works by acting as an agonist to the GABAB receptor. The
GABAB receptor is a metabotropic G-coupled protein receptor
that functions to hyperpolarize the cell and decrease action
potentials, causing relaxation of the muscle cells. Baclofen binds
the GABAB receptor via hydrogen bonds and van der Waals
interactions. The various components of the chemical structure
of baclofen binds to six different amino acids on the GABAB
Fig. 3
Figure 3. Hydrogen bonding between the carboxylic acid of Baclofen and the
amino acid serine-130,Serine-153 and Tyrosine-250. Rendered from
The beta-chlorphenyl group in baclofen partakes
in the van der Waals hydrophobic interactions
with Tyrosine-250 and Tryptophan-278. This ring
interacts with these two amino acids to create
molecular ring stacking. The indole ring of
Tryptophan-278 flips around to accommodate the
beta-chorphenyl ring substituent of baclofen,
allowing the formation of the aromatic ring
stacking interactions. (Figure 4)
Figure 1. Baclofen Structure
Obtained from:
GABAB Receptor2
• Inhibitory receptor that stops neurotransmitter release
• Metabotropic transmembrane G-coupled protein receptor, made
up of 2 subunits, GBR1 and GBR2
• When bound with GABA, potassium channels open leading to an
efflux of potassium, which causes hyperpolarization of the cell
• Stimulation of inhibitory neurons decreases action potentials and
causes sedation.
A current challenge with baclofen administration is the drug’s
ability to cause CNS depression. Baclofen acts on GABAB
receptors both in the brain and spinal cord. This undesirable
activation of GABAB receptors in the brain can cause clinically
significant sedative effects.1 Currently, baclofen is being
administered intrathecally to produce a localized effect in the
spinal cord. One possibility for further improvement in the
mechanism of action of baclofen is to give it higher affinity for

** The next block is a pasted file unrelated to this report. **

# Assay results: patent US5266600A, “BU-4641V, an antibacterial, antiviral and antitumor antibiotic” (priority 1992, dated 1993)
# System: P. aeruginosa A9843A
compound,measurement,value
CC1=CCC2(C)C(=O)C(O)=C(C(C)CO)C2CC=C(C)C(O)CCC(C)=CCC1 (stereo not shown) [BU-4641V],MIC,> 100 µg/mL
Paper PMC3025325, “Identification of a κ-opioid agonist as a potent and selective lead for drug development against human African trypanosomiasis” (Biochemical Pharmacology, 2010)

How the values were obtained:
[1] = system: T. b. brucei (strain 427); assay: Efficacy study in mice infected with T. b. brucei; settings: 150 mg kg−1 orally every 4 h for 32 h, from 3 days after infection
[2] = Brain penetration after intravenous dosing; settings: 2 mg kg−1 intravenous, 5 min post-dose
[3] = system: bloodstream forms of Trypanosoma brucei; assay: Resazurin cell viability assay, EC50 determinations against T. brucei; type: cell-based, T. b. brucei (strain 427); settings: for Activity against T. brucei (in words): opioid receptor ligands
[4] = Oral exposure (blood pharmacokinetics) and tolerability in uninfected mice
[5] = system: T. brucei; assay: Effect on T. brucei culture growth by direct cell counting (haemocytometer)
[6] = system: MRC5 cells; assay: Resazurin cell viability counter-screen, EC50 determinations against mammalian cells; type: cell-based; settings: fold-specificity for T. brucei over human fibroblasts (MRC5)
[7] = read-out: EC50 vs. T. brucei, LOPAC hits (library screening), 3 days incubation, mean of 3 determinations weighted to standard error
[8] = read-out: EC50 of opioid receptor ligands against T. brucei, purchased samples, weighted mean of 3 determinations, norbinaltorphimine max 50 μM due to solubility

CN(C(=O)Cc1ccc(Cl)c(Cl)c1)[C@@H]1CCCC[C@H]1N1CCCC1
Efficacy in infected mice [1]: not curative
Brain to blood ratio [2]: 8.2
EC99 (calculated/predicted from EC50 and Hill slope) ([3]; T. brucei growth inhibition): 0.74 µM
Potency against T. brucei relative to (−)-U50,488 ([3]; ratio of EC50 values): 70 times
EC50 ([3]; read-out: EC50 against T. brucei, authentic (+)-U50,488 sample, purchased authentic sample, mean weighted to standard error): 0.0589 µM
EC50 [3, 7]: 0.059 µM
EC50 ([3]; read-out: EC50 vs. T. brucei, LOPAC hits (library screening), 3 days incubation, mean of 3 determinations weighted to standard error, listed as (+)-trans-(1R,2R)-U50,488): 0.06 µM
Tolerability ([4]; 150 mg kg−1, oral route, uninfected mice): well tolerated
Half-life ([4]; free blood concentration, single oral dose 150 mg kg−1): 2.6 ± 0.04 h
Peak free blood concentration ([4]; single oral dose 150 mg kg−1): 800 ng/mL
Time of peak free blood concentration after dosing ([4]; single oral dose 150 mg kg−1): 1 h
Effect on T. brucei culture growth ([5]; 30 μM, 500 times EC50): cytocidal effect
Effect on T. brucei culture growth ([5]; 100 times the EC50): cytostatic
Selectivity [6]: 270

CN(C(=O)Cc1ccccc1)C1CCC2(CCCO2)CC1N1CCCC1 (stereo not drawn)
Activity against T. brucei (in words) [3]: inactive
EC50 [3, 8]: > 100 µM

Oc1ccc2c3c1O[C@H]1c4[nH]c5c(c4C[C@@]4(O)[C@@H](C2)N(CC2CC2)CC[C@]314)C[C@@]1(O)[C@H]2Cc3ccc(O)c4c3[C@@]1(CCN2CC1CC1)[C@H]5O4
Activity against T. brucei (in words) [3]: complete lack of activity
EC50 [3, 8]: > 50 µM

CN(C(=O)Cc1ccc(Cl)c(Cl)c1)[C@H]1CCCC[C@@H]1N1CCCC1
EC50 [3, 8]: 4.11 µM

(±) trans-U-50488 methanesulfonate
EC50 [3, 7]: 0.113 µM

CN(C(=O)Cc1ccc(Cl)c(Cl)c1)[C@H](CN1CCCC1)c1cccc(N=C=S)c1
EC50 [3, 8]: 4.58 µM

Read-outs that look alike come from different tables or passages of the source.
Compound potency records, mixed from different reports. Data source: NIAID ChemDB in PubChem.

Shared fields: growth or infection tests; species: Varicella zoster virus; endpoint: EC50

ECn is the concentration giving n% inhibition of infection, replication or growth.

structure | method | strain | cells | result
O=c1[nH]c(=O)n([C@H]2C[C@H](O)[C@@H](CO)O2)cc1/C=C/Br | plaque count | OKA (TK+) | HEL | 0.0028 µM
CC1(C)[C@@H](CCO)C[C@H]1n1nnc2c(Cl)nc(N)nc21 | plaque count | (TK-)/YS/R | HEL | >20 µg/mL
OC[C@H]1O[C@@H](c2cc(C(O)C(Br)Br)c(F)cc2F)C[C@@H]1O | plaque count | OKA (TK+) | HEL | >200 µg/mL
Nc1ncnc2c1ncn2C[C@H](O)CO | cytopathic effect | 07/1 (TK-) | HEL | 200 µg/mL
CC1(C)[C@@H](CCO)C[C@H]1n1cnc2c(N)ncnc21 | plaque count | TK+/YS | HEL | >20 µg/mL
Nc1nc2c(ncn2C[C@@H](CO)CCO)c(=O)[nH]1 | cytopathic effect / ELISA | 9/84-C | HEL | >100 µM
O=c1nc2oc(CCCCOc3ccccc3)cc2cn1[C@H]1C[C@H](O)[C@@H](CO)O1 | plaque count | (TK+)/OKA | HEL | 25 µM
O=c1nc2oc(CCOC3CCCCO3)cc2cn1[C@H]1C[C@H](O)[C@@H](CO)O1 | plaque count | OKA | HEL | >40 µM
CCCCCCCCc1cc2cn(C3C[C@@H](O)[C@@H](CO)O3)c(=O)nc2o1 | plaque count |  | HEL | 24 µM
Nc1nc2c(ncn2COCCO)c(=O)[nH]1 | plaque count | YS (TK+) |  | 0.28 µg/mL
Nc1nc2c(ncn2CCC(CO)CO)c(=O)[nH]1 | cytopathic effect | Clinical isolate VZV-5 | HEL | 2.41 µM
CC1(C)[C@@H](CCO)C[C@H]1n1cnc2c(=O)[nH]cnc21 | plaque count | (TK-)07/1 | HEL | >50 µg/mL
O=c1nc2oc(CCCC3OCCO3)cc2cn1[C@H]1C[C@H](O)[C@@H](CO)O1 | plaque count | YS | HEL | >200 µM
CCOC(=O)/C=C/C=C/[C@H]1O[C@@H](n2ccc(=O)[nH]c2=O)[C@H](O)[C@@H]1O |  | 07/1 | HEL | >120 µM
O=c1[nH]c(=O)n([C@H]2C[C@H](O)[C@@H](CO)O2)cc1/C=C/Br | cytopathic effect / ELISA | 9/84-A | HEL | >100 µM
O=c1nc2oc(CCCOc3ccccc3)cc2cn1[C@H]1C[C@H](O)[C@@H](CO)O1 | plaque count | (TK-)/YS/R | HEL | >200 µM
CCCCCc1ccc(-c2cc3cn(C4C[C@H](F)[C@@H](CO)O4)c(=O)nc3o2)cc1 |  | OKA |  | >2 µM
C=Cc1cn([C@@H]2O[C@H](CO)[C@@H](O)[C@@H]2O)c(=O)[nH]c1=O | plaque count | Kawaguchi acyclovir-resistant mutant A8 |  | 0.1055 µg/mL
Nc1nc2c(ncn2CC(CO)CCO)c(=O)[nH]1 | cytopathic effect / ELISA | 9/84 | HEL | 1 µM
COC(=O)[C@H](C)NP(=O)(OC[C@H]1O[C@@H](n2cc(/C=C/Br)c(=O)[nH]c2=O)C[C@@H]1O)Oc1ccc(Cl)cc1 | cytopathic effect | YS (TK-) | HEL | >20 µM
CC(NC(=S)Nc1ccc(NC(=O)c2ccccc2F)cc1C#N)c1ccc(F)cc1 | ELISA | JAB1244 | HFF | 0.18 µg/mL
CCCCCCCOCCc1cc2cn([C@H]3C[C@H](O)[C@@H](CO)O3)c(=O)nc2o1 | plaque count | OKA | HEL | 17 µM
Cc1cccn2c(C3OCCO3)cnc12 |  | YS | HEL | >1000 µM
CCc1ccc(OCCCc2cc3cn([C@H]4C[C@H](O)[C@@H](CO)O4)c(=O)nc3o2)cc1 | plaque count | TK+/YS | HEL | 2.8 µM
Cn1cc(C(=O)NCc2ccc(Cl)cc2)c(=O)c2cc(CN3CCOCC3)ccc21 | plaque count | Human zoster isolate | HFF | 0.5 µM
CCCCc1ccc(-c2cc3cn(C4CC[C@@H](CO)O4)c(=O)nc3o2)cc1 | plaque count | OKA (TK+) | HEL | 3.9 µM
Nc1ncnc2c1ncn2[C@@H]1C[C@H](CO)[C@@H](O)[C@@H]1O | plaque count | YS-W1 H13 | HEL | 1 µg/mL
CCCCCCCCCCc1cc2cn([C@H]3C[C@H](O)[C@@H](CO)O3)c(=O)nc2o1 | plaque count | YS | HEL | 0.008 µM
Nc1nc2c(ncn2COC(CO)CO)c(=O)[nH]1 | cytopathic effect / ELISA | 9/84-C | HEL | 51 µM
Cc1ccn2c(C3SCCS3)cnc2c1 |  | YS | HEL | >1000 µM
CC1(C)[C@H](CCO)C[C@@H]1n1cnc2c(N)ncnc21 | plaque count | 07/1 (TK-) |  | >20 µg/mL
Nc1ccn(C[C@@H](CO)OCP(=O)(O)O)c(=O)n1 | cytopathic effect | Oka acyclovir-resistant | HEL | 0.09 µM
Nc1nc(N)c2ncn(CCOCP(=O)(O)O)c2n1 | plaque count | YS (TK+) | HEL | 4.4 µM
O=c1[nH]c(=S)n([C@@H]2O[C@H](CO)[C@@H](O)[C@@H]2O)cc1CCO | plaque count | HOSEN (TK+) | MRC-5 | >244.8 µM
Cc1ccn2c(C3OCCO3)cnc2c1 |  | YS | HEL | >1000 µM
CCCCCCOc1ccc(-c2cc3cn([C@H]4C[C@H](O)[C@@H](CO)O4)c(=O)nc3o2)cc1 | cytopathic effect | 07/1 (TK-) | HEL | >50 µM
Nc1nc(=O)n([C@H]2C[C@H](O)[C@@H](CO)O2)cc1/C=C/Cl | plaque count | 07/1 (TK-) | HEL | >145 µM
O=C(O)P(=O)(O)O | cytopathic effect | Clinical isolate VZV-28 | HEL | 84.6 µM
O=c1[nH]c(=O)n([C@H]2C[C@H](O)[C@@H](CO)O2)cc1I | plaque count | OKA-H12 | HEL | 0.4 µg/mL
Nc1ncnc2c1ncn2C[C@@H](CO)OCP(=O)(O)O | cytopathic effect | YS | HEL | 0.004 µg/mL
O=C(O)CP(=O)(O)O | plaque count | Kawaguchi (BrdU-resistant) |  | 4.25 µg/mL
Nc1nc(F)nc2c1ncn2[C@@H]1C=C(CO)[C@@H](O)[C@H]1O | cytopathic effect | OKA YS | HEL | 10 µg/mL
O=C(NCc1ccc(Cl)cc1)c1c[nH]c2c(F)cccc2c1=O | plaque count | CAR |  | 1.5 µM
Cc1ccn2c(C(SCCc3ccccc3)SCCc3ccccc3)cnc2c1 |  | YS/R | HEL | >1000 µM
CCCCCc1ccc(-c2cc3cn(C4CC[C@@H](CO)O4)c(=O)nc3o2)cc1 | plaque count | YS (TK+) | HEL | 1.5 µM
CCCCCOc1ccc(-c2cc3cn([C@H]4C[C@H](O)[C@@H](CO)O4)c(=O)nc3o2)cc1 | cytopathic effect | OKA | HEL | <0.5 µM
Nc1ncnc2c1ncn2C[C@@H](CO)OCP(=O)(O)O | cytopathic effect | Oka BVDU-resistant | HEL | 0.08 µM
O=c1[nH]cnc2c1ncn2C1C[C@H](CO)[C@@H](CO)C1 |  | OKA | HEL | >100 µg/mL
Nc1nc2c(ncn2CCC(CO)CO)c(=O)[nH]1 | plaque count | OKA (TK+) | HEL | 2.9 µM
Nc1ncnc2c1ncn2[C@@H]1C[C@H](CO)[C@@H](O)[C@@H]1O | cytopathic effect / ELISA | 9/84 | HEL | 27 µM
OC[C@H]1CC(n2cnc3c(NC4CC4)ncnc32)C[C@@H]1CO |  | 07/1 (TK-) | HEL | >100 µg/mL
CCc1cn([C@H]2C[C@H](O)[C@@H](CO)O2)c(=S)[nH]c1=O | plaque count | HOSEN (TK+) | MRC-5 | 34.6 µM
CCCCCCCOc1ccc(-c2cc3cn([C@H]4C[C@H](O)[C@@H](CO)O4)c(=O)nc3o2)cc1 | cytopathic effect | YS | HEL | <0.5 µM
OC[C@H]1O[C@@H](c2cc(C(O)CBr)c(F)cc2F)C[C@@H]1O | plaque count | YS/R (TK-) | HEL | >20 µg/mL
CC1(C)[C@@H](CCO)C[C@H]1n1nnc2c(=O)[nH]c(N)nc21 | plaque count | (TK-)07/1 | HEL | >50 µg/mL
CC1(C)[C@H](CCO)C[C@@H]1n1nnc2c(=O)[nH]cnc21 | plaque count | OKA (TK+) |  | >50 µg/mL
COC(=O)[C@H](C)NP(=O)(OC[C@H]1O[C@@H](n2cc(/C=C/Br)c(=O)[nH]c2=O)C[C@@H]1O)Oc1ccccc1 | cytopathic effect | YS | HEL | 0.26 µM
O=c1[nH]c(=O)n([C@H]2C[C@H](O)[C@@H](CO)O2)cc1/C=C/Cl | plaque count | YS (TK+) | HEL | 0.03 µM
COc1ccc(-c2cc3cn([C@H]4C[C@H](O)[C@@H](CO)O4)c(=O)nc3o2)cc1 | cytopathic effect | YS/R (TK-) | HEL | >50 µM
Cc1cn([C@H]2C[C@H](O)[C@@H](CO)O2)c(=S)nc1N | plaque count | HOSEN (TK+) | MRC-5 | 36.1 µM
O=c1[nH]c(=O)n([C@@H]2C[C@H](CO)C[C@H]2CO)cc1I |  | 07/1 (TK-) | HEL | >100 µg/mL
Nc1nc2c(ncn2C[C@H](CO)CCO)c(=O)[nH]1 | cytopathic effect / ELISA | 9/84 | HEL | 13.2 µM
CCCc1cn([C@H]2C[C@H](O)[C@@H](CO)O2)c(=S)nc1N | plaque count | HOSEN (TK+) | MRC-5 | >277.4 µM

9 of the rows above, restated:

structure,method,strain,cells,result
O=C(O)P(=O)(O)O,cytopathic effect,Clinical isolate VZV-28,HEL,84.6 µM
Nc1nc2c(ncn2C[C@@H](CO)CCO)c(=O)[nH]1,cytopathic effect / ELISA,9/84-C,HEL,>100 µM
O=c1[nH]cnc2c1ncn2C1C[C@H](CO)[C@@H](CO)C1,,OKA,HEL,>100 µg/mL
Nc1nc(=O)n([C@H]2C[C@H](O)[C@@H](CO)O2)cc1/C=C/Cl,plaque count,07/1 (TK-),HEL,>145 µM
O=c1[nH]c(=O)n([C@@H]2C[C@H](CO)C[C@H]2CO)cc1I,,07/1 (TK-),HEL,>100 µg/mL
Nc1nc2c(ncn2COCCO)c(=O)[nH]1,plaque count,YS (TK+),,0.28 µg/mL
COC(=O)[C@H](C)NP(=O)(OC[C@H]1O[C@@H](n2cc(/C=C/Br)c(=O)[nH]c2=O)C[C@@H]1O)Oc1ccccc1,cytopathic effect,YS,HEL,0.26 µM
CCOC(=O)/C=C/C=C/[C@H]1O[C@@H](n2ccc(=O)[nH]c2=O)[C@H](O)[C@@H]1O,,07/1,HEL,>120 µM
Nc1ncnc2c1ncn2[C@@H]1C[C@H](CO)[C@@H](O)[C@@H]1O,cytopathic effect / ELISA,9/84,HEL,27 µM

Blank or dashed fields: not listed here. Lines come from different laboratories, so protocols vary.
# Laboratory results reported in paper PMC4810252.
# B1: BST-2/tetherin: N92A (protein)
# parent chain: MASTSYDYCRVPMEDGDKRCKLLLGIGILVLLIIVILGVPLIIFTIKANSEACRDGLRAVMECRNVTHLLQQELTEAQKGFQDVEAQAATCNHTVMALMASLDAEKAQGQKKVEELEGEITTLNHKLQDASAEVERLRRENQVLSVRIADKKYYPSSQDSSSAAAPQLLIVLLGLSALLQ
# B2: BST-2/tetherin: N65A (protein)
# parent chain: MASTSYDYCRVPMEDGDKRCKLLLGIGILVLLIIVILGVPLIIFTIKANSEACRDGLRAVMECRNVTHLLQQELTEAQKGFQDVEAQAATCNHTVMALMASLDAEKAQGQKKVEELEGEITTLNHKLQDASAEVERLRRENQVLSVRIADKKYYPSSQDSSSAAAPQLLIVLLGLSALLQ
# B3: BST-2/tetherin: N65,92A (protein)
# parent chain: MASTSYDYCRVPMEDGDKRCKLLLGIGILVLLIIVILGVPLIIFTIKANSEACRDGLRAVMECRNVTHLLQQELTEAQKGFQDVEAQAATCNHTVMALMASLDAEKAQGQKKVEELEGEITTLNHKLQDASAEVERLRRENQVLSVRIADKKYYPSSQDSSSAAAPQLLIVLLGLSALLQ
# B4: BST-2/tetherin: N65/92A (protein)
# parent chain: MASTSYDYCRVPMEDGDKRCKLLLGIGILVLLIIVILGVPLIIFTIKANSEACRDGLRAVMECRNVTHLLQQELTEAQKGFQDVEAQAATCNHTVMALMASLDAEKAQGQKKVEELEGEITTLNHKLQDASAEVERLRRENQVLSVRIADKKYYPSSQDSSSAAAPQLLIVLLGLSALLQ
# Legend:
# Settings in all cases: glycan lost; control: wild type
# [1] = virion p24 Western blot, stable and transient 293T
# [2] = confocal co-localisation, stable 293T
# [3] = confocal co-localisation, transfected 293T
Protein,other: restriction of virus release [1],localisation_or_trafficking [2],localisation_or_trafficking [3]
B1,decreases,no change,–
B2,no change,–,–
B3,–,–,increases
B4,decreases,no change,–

the GABAB receptors in the spinal cord. The enhancement of
receptor specificity could lead to the possibility of other, more
accommodating dosage forms. Having baclofen preferentially
bind in the spinal cord over the brain would decrease the CNS
depressant effects that are most concerning regarding patient
Fig. 4
Since GABAB receptors are found in both the spinal cord and
brain, patients taking baclofen should be cautious when taking
other medications that cause sedation. Opioid analgesic
medication can lead to increased CNS effects, such as
respiratory depression, sedation, and hypotension and should
be used with caution in conjunction. In our case, the patient was
closely monitored for any signs or symptoms of CNS
1. Hudgeson, P.; Weightman, D. Baclofen in the Treatment of Spasticity. British Medical Journal.
1971;4: 15-17.
2. Geng Y, Bush M, et al. Structural mechanism of ligand activation in human GABA(B) receptor.
Nature. 2013 Dec 12;504(7479):254-9. doi: 10.1038/nature12725.
3. Wieronska JM, Stachowicz K, Nowak G, Pilc A. The loss of Glutamate – GABA Harmony in
Anxiety Disorders. In: Kalinin V, ed. Anxiety Disorders. Kraków, Poland; 2011.
4. Golan DE, Tashjian AH, Armstrong EJ, Armstrong AW, eds. Principles of Pharmacology: The
Pathophysiologic Basis of Drug Therapy. 3rd ed. Philadelphia, PA: Lippincott Williams & Wilkins
Kluwer; 2012.
Figure 4. Pi stacking interaction between the Beta-Chlorphenyl group of
baclofen and Tyrosine-250 and Tryptophan-278. Rendered from 4MS4.pdb
The CREST Program is funded by NSF-DUE grants #1022793 and #1323414.